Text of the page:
Only the young are using multichannel support?

We live in an age of multichannel customer service. It is common for consumers today to be using around five or six channels when they want to interact with a brand. Voice calls, chat on instant messenger, email, reviews or forums, Twitter, Facebook… and the list could go on, but those half a dozen are really the most common channels today.

This is complicated by the fact that consumers jump around the channels. A customer might email a question and call because they have not had a reply for several hours and maybe even tweet about their unanswered email – customers are hopping around channels and much of the time not even directing many of their complaints specifically at the brands concerned.

But one of the big myths about these multichannel-savvy consumers that I have heard over and over again is that it’s really only the young who are behaving like this. I know that this assumption is wrong because I can see friends and family of all ages communicating with each other on Facebook and using tools like Tripadvisor before booking a restaurant or hotel.

This research published on eConsultancy throws some light on just how much the growth of multichannel customer service has changed the way we all interact with brands. It’s true that the young (under 24s) have used social channels more than any other demographic group, but look at the over 55s in this research with 27.4% of them contacting brands using social tools.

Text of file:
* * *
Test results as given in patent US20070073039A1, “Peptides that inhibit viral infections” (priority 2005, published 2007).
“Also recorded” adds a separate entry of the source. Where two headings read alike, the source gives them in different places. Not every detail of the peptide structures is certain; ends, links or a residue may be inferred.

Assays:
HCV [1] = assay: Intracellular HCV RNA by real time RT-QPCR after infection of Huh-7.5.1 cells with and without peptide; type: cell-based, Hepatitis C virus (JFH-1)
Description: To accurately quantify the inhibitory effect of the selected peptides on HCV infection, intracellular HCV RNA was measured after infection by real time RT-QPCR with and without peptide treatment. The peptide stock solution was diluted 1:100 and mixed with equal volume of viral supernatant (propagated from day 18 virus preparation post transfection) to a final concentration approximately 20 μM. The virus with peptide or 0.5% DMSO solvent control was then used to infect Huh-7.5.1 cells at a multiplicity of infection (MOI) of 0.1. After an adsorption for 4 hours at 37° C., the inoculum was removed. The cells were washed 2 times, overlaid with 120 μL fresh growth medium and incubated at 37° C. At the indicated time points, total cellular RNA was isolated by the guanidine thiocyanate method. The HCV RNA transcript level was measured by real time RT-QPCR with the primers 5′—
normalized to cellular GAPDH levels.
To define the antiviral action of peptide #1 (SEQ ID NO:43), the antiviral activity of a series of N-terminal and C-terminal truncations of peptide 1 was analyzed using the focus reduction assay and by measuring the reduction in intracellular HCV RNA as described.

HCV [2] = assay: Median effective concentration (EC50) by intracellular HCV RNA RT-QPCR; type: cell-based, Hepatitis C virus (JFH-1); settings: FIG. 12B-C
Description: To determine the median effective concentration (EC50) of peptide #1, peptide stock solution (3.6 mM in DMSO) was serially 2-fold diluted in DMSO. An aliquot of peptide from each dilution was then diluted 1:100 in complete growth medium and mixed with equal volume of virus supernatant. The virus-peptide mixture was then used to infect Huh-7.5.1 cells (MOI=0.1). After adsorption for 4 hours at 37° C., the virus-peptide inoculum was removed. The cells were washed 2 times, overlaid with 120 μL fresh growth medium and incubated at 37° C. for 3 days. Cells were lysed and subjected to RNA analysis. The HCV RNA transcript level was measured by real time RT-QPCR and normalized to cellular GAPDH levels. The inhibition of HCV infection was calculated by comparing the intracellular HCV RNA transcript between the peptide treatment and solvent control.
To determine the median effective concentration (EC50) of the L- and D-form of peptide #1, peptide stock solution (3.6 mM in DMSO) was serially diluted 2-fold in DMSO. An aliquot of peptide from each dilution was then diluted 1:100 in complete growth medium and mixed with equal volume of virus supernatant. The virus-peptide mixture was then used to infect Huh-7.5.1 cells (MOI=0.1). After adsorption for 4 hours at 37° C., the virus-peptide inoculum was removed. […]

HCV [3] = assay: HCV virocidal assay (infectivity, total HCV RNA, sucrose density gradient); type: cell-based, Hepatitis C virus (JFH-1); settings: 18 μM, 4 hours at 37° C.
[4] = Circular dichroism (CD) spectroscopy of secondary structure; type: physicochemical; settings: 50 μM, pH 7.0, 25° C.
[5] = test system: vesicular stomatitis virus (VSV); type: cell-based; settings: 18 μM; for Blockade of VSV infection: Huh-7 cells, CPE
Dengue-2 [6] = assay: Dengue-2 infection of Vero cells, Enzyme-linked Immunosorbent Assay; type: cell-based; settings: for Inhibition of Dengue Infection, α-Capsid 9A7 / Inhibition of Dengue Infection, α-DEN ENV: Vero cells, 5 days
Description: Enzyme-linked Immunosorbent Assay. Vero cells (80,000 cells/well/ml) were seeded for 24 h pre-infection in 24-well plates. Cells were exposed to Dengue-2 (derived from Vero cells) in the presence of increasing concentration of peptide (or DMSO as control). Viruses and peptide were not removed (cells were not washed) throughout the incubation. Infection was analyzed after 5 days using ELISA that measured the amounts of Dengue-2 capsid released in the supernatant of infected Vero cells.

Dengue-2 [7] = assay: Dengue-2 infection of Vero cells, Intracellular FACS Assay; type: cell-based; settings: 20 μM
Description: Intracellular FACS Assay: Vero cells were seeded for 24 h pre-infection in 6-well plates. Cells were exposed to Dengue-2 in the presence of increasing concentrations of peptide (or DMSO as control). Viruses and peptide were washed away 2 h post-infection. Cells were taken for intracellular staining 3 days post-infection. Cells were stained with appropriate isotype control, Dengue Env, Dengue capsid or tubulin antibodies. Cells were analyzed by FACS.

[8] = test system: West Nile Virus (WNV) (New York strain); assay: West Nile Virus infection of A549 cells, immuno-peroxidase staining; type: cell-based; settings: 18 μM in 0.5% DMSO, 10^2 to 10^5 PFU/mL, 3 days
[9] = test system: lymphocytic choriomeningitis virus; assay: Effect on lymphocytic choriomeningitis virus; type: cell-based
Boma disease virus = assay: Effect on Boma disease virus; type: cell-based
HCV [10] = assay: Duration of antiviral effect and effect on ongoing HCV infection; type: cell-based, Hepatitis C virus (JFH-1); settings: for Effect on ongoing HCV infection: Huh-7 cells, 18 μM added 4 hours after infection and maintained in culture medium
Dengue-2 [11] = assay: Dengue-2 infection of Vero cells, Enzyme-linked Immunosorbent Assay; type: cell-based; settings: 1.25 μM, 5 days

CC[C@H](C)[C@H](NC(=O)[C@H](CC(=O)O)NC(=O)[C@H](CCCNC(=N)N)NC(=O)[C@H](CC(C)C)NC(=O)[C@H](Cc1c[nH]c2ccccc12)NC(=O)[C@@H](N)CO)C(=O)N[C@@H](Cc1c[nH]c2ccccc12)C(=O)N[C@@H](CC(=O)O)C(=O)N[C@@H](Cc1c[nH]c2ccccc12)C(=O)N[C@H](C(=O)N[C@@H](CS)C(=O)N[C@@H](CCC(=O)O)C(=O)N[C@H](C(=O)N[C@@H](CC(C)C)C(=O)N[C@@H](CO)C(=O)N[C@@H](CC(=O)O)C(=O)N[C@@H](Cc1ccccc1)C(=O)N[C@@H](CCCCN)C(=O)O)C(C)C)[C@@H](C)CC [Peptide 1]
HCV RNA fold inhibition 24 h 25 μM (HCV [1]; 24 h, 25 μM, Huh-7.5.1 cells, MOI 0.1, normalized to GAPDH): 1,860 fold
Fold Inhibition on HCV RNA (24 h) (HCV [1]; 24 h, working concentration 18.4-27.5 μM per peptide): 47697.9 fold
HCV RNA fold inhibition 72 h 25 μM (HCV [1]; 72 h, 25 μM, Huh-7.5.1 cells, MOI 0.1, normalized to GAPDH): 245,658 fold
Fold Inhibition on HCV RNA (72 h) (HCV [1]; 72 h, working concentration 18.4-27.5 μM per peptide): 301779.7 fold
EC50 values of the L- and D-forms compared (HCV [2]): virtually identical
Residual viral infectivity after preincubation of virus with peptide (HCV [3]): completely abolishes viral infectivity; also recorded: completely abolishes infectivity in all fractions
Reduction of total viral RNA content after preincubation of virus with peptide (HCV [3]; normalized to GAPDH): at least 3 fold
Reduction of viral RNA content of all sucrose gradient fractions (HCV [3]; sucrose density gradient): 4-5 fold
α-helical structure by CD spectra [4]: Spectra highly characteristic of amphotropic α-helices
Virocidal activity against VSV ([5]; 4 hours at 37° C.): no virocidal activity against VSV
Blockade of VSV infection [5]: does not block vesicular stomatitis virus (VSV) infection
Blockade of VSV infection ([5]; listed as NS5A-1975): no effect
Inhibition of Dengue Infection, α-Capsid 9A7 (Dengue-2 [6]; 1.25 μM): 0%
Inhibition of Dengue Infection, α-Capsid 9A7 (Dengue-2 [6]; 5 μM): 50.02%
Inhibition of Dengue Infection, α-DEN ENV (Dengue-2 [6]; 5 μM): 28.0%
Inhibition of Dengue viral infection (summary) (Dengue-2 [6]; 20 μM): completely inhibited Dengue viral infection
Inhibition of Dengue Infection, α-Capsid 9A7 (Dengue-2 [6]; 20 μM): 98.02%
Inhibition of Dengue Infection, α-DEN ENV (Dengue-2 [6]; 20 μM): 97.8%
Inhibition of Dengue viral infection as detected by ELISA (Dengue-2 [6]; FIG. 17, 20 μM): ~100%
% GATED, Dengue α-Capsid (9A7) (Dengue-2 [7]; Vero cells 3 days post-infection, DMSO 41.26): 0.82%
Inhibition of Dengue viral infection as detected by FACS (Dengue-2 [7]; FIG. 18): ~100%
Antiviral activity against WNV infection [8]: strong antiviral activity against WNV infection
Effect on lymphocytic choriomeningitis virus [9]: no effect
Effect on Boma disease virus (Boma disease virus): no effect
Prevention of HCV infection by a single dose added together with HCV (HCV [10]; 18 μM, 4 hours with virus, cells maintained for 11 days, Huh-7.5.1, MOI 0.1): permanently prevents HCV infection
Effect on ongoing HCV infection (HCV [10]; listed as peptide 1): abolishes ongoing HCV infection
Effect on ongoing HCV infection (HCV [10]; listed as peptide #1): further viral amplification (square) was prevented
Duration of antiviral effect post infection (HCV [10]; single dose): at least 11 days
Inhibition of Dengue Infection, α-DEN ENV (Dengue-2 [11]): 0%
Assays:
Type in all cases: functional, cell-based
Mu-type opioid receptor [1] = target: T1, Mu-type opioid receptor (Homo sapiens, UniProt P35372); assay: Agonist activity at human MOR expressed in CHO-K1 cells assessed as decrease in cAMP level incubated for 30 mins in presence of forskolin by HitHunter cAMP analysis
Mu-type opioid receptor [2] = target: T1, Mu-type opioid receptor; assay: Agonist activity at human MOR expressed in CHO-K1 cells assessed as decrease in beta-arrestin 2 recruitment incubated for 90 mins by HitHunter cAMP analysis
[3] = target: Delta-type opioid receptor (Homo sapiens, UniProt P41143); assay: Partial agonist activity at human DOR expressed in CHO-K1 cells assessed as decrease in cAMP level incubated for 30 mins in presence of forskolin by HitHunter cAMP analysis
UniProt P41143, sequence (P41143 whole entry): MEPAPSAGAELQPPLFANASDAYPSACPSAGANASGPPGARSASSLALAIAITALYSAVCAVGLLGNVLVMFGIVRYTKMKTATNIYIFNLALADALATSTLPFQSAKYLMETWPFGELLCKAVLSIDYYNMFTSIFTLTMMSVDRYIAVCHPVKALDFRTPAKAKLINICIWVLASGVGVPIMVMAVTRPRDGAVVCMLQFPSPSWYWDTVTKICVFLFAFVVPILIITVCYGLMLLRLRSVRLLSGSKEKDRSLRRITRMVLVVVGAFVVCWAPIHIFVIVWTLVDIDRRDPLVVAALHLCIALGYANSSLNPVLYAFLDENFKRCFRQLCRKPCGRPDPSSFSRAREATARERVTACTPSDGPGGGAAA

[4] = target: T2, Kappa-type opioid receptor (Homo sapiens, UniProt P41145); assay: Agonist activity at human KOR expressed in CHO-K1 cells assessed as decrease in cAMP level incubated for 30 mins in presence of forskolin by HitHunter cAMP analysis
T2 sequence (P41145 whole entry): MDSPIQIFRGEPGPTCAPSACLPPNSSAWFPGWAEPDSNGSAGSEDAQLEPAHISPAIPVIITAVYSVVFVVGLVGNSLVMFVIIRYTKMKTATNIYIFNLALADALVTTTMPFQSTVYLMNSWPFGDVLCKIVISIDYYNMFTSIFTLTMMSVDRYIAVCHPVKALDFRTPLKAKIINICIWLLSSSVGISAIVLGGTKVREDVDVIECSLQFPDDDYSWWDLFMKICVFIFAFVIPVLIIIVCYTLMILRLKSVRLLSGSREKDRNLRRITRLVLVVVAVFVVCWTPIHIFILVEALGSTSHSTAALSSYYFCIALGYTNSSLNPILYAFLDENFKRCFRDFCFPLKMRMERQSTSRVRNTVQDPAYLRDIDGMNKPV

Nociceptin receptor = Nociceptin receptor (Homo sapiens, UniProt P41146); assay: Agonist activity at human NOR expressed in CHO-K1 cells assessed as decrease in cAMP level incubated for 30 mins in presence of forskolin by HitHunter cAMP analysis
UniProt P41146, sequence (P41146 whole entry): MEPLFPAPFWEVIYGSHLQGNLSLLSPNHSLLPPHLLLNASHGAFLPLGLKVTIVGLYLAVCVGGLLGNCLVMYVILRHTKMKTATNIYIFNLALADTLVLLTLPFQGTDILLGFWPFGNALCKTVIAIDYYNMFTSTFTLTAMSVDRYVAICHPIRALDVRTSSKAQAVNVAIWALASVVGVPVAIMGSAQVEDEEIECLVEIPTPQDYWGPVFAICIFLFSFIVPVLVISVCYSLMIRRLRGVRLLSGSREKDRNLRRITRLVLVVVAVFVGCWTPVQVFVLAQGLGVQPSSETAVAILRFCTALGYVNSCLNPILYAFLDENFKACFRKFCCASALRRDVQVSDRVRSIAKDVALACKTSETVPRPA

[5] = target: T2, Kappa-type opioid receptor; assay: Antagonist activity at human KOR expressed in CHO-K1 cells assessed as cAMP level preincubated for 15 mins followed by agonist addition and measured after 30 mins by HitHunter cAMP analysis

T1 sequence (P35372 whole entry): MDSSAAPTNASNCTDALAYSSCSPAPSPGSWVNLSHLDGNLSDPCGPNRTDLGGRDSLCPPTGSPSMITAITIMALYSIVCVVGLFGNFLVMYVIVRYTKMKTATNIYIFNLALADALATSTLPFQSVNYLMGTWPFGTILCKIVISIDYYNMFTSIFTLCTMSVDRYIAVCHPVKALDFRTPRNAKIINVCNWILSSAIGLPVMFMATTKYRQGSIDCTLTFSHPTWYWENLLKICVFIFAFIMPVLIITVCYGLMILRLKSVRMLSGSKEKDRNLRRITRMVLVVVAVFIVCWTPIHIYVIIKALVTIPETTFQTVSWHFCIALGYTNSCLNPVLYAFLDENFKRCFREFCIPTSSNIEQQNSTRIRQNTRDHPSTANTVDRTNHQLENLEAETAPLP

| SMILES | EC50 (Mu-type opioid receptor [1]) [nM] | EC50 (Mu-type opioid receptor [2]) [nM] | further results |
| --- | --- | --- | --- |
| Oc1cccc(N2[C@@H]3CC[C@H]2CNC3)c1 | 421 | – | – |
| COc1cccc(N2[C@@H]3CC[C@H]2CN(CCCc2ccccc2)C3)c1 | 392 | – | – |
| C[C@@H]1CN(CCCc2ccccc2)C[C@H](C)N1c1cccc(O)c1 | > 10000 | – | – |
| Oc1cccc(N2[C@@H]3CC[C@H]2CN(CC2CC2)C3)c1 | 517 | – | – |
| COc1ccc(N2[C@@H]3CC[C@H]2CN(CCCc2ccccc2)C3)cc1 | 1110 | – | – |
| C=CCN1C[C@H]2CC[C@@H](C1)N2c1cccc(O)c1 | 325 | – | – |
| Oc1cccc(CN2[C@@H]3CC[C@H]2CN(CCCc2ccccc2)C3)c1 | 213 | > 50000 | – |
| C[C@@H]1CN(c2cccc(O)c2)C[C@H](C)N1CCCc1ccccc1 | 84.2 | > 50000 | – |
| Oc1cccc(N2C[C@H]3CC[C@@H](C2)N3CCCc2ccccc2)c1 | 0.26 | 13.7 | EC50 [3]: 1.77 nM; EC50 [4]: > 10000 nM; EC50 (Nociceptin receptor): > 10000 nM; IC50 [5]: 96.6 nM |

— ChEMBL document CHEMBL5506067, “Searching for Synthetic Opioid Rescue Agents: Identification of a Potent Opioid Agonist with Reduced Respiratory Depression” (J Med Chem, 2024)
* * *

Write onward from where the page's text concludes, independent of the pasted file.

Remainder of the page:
These numbers are growing every year. Managing this complex mix of social and traditional channels is no longer just a nice-to-have function that makes your customer service team look ahead of the curve – it’s essential if you want to answer your customers.

Social Media Outposts


Photo by Mark Hunter licensed under Creative Commons

This entry was posted in Contact Centres, Current Affairs, Customer Service, Social Media and tagged , , , , , , , , . Bookmark the permalink.

1 Response to Only the young are using multichannel support?

  1. Eptica says:

    As you say Matt, it is dangerous to assume that certain demographics only use certain channels – we live in a multichannel world and most people will jump around. As research has found, even Generation Y will still pick up the phone. What people actually want is a fast, consistent answer on their channel of choice (rather than having to repeat themselves). This means delivering a joined-up service and ensuring you are on the right channels for your customers. More on generational shifts in the Eptica blog at

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